Unused Apps. The orphans of the App Store.

Over the last two years, I have been a heavy user of the Apple App store. Based on data, my usage is in line with average usage, but at about 4x the volume of average.

Part of this heavy usage is due to being product manager for an app, and the rest can be chalked up to curiosity and an addictive personality.

In discussions with businesses about a mobility strategy and how they can use mobility to communicate with their customers, their first impulse is to listen and discuss.

The second impulse is to think “Branded App!”

Why a branded app is almost always a bad idea

Just a little bit of research will show two points:

  • Most apps that get downloaded are never used within 3 days of being downloaded
  • Most apps are barely ever downloaded

Stats to back it up:

  • It is hard to get downloaded at all: AndroLib (fantastic live Android stats) as of 12/16/2009: of 20,164 apps, 30.5% have fewer than 50 downloads. Only 14% of all apps have more than 10,000 downloads, and less than 1% has more than 250,000 downloads.
  • Once downloaded, few applications are kept: Pinch Media has an excellent report. See slide 12/33. The day after a free app download, usage drops to 20% and continues a logarithmic decrease, hitting 5% after a month. If you’ve made it that far, congrats, you are only going to lose 50% of your users over the next month. “Long-term audiences are generally 1% of total downloads.” “Branded applications care deeply about engagement.”

So, some quick analysis of this. Say PicoPaint makes car paint, and they want to drive you to car painting places that use their paint, and sell you on why to use their paint. They start talking mobility and think “Let’s get an app!”

An app can cost as little as $5,000. That’s not much more than an ad in an industry magazine. Sold! Right? No.

To integrate location based recommendations for where to get your car painted once launched, that means a database of all vendors with your paint. It also means web services to populate that recommendation. You’re now at least $15,000 invested, and that’s just the outsourced time. PicoPaint’s marketing department has now been distracted from core marketing on this side project.

So PicoPaint goes ahead and spends $15,000 on the app, and four weeks of marketing time in planning (another $8,000).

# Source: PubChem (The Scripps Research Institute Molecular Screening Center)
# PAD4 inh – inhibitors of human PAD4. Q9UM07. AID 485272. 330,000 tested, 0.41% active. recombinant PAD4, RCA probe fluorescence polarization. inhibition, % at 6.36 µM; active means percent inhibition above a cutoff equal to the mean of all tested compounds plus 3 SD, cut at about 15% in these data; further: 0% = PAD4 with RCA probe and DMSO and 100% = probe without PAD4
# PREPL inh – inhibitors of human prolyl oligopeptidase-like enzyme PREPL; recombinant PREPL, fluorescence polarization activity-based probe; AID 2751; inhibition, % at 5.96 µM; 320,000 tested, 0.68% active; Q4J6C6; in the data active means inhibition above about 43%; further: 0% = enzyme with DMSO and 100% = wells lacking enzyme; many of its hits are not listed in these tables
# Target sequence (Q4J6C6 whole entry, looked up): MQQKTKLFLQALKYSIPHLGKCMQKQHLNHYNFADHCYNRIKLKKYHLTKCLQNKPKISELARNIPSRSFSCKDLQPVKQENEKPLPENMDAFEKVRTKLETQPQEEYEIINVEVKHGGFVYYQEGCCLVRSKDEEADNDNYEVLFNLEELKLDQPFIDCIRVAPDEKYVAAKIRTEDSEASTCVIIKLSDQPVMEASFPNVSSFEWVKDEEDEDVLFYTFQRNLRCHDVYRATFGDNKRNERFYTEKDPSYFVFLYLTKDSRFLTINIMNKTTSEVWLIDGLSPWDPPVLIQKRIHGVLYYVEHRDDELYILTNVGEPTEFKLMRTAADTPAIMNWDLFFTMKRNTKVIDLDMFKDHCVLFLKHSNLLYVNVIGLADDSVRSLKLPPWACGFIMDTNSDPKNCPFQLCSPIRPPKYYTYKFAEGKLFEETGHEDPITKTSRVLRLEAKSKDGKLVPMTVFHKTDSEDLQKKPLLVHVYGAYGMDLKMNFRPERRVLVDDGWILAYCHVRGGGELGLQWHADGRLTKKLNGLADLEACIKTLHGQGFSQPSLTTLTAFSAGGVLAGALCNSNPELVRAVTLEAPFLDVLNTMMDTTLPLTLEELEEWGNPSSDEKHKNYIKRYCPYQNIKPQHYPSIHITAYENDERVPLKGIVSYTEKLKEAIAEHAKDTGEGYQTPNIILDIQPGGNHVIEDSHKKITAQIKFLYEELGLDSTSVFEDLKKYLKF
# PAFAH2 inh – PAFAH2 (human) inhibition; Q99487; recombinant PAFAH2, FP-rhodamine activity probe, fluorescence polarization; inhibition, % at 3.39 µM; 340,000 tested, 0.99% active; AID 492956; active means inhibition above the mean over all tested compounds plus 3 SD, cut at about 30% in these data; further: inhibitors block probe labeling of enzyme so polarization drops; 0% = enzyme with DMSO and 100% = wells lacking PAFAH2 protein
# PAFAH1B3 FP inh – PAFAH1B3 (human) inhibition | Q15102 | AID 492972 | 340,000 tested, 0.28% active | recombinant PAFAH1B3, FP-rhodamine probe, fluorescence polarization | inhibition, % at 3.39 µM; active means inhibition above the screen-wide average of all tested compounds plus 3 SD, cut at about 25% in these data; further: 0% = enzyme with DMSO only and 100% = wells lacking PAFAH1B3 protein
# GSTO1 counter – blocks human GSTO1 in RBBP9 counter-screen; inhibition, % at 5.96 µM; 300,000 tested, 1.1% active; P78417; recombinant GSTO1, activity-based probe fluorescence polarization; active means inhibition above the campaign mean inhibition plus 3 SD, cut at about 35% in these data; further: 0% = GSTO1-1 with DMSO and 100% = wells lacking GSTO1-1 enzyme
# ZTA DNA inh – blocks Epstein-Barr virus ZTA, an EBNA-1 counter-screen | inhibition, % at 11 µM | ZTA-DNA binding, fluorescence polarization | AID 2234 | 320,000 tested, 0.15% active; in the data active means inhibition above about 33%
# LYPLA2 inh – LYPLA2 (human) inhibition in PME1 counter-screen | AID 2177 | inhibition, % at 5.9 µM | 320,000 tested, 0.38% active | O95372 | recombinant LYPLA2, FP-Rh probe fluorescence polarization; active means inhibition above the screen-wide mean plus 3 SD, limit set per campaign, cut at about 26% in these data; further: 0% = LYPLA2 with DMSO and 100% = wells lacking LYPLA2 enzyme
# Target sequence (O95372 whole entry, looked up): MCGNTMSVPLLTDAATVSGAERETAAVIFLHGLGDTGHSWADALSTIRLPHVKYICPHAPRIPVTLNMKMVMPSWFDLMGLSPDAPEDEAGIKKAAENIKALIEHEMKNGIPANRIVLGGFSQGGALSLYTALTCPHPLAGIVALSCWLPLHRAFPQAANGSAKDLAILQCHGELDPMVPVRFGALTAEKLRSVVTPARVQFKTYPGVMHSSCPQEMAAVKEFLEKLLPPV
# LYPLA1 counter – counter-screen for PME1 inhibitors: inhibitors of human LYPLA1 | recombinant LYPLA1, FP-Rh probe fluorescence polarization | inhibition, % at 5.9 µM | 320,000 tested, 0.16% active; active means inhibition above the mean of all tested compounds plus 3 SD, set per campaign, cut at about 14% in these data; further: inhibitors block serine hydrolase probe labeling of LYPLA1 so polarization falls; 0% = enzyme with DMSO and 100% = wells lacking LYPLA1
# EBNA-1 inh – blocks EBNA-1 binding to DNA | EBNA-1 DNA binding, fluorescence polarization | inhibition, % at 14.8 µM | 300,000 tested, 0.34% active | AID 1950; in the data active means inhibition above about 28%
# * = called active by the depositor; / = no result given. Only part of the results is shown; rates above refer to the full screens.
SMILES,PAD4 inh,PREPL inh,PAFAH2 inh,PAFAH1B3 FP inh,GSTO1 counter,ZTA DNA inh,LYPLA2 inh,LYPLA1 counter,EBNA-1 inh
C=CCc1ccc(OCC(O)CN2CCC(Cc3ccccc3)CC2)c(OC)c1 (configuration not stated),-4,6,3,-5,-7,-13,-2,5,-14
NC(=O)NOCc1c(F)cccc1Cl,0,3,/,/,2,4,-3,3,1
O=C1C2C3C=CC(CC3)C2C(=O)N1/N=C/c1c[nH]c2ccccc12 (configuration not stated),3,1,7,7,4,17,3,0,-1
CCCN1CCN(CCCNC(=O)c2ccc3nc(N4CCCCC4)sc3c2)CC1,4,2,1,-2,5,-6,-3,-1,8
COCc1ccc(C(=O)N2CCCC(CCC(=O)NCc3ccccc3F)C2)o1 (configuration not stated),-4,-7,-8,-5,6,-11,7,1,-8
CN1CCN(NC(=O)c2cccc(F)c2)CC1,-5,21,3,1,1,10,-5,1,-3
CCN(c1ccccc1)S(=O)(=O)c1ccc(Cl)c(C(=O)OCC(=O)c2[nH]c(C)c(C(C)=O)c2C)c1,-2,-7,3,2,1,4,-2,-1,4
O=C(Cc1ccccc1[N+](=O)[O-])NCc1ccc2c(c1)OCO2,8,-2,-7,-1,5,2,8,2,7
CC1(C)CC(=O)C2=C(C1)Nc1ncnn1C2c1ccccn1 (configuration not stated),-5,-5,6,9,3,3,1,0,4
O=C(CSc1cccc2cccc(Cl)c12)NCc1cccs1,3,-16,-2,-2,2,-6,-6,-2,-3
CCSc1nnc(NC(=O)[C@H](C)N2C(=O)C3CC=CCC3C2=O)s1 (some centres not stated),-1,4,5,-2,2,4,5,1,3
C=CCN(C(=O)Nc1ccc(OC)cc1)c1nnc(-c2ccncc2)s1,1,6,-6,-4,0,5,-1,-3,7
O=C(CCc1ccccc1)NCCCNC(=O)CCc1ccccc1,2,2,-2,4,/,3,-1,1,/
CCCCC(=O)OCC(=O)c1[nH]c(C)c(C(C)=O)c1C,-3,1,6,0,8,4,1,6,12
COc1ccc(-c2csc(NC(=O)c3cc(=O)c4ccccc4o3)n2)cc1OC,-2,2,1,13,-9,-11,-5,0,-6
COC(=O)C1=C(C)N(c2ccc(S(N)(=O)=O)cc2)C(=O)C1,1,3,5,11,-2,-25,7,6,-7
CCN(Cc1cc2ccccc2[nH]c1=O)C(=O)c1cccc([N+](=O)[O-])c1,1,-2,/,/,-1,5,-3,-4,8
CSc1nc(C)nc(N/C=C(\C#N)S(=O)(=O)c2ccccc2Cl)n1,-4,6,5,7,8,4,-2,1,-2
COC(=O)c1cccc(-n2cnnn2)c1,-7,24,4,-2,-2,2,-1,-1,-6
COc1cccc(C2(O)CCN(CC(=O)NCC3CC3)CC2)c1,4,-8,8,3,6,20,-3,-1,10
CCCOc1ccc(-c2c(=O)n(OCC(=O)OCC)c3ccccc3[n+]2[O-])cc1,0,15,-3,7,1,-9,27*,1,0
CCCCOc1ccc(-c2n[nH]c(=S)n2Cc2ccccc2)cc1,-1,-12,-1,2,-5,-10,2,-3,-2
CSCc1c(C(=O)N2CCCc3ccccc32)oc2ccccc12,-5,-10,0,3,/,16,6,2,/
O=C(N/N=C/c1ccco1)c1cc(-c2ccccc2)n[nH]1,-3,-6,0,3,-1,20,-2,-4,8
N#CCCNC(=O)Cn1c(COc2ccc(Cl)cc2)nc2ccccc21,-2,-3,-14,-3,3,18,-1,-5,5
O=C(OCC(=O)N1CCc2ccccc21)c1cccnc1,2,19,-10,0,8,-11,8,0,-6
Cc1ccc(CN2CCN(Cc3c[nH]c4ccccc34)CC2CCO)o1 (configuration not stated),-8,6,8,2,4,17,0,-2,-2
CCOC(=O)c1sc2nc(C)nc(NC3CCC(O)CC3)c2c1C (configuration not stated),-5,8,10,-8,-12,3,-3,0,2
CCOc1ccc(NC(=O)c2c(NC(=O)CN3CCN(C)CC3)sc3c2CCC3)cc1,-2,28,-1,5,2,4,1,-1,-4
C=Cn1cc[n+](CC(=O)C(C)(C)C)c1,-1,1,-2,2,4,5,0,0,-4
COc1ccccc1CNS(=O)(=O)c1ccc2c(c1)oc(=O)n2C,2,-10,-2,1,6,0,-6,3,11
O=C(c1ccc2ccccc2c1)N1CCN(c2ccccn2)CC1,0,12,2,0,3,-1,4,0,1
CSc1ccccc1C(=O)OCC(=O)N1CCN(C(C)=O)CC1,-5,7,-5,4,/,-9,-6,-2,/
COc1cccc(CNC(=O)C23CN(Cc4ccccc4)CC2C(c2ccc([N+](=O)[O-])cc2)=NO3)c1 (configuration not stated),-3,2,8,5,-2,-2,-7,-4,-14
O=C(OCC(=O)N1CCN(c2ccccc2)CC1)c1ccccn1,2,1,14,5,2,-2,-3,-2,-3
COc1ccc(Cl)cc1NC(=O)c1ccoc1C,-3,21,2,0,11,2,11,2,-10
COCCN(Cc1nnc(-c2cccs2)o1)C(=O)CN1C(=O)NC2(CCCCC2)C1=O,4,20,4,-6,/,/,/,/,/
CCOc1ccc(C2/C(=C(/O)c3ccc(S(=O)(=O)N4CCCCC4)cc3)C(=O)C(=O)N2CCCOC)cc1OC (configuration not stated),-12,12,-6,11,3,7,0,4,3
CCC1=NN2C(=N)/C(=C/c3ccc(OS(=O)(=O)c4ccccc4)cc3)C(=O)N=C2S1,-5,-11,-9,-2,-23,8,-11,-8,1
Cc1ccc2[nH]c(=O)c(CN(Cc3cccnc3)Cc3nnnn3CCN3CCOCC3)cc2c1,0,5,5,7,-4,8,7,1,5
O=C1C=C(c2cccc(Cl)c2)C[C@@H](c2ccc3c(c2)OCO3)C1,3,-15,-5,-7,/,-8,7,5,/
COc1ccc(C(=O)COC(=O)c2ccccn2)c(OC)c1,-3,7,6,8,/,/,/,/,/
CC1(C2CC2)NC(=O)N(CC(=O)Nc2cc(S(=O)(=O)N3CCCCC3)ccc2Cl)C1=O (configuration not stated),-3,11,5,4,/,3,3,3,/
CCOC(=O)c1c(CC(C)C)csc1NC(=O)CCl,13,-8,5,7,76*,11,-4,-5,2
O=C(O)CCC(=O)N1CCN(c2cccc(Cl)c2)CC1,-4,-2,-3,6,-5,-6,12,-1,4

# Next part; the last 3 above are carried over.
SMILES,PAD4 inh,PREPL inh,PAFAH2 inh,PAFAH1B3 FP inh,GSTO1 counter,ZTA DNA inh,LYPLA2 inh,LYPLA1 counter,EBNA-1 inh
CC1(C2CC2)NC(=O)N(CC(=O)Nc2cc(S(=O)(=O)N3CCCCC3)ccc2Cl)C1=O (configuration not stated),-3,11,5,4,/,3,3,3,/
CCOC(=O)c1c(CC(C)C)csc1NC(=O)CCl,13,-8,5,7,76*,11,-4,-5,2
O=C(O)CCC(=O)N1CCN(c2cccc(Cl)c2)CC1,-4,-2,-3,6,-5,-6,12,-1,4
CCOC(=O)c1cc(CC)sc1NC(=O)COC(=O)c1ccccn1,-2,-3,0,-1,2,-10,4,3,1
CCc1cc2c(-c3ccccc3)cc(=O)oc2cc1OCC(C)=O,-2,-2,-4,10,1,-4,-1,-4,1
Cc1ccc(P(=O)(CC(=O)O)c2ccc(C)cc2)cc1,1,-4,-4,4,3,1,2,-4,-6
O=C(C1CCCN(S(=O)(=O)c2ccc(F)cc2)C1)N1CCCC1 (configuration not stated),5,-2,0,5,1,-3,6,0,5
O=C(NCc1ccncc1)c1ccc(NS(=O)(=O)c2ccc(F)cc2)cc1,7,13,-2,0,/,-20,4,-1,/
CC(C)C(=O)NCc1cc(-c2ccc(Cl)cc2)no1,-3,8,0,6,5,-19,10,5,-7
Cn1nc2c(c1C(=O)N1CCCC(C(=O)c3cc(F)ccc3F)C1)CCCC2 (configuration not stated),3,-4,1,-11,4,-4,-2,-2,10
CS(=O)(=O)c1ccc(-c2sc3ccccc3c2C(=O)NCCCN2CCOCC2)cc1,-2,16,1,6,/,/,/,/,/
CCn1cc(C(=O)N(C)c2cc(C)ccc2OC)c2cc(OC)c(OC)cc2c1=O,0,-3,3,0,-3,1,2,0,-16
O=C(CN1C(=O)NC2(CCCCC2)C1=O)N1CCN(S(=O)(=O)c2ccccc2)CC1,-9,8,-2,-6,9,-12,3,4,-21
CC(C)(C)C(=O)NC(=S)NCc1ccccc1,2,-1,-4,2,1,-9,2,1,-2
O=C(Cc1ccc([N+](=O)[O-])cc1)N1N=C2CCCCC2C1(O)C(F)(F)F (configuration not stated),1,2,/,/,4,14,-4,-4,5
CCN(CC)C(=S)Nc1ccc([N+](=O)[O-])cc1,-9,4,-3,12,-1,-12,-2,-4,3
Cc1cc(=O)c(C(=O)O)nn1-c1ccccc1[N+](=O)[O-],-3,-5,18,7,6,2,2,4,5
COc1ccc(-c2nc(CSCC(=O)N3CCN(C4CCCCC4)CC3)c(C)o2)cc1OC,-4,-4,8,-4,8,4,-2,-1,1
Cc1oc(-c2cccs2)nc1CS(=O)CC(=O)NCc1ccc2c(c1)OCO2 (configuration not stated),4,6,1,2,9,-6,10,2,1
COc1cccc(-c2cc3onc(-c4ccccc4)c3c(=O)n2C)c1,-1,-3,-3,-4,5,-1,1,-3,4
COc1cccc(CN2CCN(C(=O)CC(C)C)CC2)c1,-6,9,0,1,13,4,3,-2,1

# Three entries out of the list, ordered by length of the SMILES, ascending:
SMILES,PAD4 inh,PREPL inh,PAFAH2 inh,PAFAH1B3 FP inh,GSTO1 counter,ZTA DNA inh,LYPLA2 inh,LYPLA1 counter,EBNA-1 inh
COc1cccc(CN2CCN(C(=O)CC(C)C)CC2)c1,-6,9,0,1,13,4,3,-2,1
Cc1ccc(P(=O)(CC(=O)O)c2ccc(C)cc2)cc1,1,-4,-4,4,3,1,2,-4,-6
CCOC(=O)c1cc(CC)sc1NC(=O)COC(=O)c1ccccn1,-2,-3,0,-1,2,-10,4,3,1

What do they get:

  • An industry press release, and buzz at being cutting edge.
  • Employees take pride in being associated with something as cool as the App store.
  • 40 people who aren’t employees or competitors download the app.
  • After 24 hours, 4 people still have it on their phone.
  • Maybe one person is influenced to use PicoPaint rather than an alternative.

That looks like a horrible return on investment to me.

What would be better

Get listed in apps that are established and have dynamic content. Options:

  • Mobile ads. Pay to be part of a local newspaper app’s add content. $23,000 would go a long way at $0.10 per click.
  • Content in a location based content server.

InView Mobile Solves This Problem

Disclaimer: I product manage InView Mobile

This problem is solved using InView Mobile. InView Mobile is a directory of content that is nearby, and a player for mobile content, just like an app, but with many sets of content within the app.

The content in the directory may be an ad, or a coupon, or just information about a location. It has value for being dynamic content, which is more appealing to consumers. As they move around, the top content changes. That adds to the appeal of keeping it longer than one day. The PicoPaint app would always be the same.

Also, with InView Mobile, there is far less cost to update the app with new content. InView Mobile content can be created within hours, by anyone, and updated within minutes. App store approval lead time is 2-4 weeks. With 50,000+ apps needing updates, and apps every day, there is no telling what lead time would be required.

The big value here is that with many venues pushing InView Mobile as a source to see their content, it creates an ecosystem within one app to drive usage. The more venues that have InView Mobile content, the more nearby venues will also have their content viewed.

So, if PicoPaint went with InView Mobile, someone at TacoTaco who launched InView Mobile for a 2-for-1 special may see the PicoPaint listing and check that out. Almost nobody will search for, find and download a PicoPaint standalone app. And nobody would keep the PicoPaint app after a few days.

Search the Apple App store for InView Mobile for samples. Hit up @benguthrie @inviewmobile for feedback.

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